What Beijing’s planners haven’t anticipated is that they may not fully control the water line in the future. Engineering blueprints for the water-diversion project date back more than a decade, but China’s climate is rapidly changing, as warming temperatures melt the glaciers that feed all of Asia’s great rivers—including the Yangtze. Between 2002 and 2014, Chinese scientists calculate that glaciers in Tibet and Xinjiang shrunk by 13 percent. Rainfall patterns are also shifting, though scientists offer different projections as to how global warming will remap the Asian monsoon. “The weather in China has been changing,” as Deborah Tan of the Hong Kong-based consultancy China Water Risk told the Guardian, “And this is something that is beyond everyone’s control.”

If the original calculations that central China can afford to divert its water turn out to be wrong, that will also have long-term impacts for Cao and his neighbors. “Water is this fundamental lubricant for urban and industrial growth,” says Britt Crow-Miller, a geographer at Portland State University, who conducted doctoral thesis research on the water-diversion project. “If you are transferring water away from your community, you’re really transferring [away] long term opportunity” for agriculture or future industries that depend on access to water. “So, what does it mean for these places that down the road will not have access to adequate water resources, potentially?”

Whether history judges the water-diversion project a saving grace or a supreme folly depends now on whether Beijing and the rest of northern China can use “the time that has been borrowed,” as the Beijing-based environmentalist Ma Jun puts it, to significantly increase water efficiency and stem demand in the region. “Now we need to shift our priorities from expansion of the water supply to conservation,” he says. “Even if the transfer will help to delay a crisis from coming, how do we use that additional time? We cannot continue the old ways of wasteful and inefficient water use. If we don’t use this precious time properly, we could soon face another water crisis.”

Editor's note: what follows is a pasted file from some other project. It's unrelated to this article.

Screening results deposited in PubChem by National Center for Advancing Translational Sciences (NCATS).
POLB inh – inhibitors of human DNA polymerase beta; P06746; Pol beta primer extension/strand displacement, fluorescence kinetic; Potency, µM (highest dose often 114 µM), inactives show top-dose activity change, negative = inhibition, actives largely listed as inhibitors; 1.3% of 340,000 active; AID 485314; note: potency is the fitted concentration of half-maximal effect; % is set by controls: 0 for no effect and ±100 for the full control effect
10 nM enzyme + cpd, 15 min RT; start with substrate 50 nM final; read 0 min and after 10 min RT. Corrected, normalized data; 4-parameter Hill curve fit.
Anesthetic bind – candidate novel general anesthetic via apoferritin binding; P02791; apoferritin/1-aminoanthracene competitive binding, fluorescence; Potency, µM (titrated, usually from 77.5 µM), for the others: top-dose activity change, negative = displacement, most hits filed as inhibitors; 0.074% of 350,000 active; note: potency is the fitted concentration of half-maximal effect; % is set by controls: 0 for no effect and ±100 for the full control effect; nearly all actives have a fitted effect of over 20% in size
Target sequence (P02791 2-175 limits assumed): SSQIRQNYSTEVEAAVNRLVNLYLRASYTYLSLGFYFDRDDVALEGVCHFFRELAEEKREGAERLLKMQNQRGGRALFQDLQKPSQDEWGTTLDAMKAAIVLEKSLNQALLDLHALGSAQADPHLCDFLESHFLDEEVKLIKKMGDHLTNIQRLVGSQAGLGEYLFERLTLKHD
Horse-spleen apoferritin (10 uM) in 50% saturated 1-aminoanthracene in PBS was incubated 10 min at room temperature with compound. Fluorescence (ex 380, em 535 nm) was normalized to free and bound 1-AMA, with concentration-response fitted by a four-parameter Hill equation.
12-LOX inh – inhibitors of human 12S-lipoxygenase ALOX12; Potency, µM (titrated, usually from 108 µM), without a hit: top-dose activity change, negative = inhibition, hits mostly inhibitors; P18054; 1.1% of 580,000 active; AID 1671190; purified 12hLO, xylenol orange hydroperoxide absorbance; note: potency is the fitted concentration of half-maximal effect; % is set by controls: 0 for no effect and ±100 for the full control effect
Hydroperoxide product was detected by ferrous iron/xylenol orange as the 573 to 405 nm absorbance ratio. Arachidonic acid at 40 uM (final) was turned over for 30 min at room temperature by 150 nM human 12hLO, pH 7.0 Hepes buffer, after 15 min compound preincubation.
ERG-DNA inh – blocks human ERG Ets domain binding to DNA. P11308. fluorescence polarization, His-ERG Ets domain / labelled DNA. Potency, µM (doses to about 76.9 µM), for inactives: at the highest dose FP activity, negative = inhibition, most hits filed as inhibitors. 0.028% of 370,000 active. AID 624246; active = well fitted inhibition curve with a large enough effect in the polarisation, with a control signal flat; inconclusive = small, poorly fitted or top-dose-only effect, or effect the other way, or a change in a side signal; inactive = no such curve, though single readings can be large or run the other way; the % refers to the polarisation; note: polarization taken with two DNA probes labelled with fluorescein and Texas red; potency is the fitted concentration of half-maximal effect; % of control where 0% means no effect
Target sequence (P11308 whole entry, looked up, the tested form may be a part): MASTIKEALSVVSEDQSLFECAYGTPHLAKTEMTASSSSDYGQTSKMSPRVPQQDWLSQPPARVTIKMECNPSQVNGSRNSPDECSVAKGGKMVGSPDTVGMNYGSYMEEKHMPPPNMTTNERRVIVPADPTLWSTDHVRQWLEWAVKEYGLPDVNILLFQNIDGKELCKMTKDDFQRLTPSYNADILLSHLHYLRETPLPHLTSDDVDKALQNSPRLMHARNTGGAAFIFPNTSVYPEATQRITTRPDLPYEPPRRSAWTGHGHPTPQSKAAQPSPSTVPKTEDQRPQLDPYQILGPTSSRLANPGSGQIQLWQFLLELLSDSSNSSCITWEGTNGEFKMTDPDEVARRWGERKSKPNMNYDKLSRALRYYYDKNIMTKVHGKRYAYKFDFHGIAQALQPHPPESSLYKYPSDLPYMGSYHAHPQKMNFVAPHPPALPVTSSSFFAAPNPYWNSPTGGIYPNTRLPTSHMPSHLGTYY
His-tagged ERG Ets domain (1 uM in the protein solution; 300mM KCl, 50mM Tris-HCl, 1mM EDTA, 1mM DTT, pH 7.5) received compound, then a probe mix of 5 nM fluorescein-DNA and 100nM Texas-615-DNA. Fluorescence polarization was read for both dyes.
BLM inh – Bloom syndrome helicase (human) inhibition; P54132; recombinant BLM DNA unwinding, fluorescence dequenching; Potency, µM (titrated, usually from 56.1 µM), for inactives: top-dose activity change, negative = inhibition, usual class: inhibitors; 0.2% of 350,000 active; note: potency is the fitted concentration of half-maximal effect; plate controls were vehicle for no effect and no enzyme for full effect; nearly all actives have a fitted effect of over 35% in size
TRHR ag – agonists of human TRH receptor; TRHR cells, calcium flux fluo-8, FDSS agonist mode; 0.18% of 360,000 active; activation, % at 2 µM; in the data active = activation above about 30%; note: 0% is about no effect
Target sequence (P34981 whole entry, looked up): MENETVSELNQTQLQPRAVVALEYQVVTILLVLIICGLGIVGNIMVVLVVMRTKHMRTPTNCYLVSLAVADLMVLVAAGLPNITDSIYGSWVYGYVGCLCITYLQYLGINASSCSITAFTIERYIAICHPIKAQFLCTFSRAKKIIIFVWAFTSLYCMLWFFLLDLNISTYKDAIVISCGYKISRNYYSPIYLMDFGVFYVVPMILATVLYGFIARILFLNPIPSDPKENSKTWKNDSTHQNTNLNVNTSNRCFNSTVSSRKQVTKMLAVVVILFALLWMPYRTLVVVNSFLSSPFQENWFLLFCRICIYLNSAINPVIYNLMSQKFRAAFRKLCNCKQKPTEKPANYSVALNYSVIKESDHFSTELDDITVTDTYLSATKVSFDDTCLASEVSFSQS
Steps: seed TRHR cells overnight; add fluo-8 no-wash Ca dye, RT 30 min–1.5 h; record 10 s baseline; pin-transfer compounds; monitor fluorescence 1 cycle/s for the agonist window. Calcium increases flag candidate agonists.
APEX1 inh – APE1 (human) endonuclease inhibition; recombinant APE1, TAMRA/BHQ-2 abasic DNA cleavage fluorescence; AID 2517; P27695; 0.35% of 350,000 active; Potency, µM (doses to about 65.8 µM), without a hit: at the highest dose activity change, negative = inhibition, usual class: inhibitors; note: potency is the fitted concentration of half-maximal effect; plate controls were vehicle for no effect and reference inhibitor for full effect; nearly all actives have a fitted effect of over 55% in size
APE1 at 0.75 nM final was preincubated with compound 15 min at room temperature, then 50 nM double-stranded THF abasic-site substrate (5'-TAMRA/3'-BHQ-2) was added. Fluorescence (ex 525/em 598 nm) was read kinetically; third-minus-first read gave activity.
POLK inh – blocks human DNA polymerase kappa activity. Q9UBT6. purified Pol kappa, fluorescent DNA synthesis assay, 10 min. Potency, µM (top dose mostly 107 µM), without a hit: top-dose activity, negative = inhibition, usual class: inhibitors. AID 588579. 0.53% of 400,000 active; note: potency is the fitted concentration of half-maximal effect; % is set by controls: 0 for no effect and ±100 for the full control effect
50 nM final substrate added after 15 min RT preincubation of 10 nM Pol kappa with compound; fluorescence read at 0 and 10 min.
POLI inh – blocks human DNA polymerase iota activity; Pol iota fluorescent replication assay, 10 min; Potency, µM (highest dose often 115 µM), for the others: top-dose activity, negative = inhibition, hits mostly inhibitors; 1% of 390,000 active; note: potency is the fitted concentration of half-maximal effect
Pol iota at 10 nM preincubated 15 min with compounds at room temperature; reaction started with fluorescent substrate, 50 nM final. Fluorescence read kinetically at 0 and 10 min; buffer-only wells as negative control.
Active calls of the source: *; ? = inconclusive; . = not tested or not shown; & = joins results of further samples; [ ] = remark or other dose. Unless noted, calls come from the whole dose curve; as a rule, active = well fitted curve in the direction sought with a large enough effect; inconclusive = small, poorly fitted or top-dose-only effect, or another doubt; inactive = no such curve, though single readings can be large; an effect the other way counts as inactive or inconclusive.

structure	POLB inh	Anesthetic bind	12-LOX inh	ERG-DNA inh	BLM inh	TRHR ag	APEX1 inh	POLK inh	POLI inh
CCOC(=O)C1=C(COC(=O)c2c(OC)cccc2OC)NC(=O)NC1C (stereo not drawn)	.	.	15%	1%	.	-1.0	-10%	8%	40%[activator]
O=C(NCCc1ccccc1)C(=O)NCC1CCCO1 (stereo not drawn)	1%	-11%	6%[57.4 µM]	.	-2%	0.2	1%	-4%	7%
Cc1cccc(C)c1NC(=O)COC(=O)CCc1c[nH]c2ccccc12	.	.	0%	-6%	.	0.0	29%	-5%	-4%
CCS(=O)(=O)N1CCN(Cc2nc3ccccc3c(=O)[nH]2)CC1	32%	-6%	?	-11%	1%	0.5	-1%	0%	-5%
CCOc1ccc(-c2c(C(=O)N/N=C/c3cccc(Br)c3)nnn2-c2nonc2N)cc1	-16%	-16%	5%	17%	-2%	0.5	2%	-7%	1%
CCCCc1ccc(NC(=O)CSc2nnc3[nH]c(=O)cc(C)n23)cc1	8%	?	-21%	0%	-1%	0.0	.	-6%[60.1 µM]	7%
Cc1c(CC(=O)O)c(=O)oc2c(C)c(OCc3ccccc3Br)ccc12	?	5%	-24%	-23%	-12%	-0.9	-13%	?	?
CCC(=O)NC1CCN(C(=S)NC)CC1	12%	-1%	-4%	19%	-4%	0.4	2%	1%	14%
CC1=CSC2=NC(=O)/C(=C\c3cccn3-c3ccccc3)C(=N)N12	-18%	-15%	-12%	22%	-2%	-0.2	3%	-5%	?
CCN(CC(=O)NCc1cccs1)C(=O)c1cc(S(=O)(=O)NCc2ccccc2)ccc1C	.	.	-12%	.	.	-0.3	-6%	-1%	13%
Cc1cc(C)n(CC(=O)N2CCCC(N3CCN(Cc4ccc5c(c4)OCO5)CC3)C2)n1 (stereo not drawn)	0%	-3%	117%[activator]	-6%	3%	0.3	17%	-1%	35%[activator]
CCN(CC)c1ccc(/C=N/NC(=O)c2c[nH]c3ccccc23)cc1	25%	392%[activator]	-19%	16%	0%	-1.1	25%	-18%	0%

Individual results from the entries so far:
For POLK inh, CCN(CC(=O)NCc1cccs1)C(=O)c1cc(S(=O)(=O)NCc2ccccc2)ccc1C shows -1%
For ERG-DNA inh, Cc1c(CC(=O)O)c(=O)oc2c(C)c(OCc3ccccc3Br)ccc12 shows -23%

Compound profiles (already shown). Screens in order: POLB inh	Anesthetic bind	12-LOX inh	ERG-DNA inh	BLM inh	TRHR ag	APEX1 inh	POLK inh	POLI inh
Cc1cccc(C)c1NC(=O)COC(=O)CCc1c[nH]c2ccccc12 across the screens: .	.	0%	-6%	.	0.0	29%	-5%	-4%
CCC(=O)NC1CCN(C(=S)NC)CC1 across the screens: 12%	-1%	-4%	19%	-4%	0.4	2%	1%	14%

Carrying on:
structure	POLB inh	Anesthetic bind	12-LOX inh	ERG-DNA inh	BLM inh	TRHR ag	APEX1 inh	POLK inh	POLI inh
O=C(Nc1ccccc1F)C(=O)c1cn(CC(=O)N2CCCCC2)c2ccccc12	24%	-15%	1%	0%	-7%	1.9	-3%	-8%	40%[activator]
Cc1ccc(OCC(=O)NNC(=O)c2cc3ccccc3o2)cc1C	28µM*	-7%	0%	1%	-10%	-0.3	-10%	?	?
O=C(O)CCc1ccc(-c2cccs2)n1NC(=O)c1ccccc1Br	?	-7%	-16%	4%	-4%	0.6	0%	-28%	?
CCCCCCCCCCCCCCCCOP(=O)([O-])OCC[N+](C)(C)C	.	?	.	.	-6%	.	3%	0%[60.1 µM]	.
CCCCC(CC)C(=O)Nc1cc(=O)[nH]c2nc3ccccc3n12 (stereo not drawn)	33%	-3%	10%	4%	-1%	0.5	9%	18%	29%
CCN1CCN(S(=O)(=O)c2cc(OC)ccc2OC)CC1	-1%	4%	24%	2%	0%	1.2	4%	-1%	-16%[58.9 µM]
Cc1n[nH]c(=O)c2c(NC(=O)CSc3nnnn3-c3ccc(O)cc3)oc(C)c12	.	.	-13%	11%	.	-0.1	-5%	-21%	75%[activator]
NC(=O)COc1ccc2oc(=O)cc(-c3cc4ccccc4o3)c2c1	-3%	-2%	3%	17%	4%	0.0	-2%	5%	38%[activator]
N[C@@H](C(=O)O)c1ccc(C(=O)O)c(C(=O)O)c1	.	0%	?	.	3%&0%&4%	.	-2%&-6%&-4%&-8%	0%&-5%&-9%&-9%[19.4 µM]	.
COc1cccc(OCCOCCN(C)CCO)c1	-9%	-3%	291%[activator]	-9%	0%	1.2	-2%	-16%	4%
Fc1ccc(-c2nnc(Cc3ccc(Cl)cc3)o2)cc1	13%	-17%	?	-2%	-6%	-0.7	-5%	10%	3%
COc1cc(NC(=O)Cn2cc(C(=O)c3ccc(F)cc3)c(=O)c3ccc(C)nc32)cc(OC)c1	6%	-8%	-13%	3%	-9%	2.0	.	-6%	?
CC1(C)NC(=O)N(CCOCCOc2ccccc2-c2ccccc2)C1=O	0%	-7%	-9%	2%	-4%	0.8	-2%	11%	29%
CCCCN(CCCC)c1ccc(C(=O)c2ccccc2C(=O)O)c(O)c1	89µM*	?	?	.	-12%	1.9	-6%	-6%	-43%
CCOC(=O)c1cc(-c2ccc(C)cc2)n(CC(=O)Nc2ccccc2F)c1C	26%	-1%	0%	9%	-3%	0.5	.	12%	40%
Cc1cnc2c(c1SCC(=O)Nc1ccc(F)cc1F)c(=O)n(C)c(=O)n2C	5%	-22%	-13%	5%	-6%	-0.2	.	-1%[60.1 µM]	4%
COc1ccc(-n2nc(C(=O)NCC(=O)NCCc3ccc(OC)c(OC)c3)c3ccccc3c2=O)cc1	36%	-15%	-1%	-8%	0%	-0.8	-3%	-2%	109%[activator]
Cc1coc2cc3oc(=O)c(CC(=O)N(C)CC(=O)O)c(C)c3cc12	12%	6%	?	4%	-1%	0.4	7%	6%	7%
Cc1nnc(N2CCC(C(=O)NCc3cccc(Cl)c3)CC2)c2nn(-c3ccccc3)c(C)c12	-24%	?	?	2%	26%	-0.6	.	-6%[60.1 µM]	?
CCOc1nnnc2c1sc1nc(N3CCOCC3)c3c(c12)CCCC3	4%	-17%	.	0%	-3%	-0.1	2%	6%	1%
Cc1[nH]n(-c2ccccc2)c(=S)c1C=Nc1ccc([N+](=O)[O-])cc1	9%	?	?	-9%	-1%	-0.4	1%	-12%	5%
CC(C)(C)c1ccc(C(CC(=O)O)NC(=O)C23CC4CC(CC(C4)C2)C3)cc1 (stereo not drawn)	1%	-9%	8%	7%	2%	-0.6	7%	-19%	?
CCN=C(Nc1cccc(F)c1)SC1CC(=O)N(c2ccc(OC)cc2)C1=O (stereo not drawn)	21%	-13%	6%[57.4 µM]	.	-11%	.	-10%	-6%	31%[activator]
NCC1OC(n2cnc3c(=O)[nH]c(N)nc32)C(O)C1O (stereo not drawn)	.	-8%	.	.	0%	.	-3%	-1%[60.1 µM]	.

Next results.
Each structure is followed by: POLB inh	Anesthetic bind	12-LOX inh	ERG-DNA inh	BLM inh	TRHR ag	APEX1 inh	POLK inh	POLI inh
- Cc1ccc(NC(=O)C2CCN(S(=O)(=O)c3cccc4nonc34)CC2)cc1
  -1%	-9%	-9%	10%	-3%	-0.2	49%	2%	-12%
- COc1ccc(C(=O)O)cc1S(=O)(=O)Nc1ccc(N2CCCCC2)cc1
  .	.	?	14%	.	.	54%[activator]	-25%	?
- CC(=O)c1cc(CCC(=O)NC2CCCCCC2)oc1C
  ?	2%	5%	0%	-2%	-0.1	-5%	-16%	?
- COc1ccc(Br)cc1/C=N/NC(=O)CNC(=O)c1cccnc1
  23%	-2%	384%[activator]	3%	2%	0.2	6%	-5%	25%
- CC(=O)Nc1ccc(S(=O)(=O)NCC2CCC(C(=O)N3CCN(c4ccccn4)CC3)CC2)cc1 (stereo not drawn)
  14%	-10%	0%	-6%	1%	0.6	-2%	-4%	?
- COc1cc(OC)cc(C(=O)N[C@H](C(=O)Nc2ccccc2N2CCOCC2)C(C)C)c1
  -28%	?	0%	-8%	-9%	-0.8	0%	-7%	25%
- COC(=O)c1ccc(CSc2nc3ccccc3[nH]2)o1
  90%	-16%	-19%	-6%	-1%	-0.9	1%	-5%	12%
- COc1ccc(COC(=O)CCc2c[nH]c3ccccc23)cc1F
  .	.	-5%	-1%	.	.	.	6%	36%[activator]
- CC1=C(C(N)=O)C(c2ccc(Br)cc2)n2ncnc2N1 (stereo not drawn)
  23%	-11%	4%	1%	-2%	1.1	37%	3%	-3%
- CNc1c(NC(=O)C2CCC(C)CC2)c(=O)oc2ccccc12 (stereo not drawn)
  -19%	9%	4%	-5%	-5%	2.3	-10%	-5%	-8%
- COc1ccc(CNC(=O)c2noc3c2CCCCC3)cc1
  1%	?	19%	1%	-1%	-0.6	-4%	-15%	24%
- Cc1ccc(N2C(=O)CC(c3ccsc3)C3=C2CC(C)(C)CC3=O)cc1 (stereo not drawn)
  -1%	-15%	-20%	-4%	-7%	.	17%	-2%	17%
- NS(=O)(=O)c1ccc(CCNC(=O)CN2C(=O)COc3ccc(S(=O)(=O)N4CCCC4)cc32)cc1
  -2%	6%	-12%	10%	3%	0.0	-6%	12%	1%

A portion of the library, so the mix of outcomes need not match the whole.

“There’s still a worry that even this water transfer will not be enough to cover up the gaps in the future,” Ma warns. In other words, the costly and risky project may only be a band-aid solution. “Before we attempt any future radical projects, we must be sure we have exhausted all the conservation methods possible.”

With reporting by Sharron Lovell.

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Reporting for this article was supported in part by a grant from the Pulitzer Center on Crisis Reporting and the Asia Society’s ChinaFileTo see Sharron Lovell and Tom Wang’s documentary film on the water-transfer project, “Drinking the Northwest Wind,” click here. To see Sharron Lovell’s further photoessays from Xichuan, click here.

[Foreign Policy]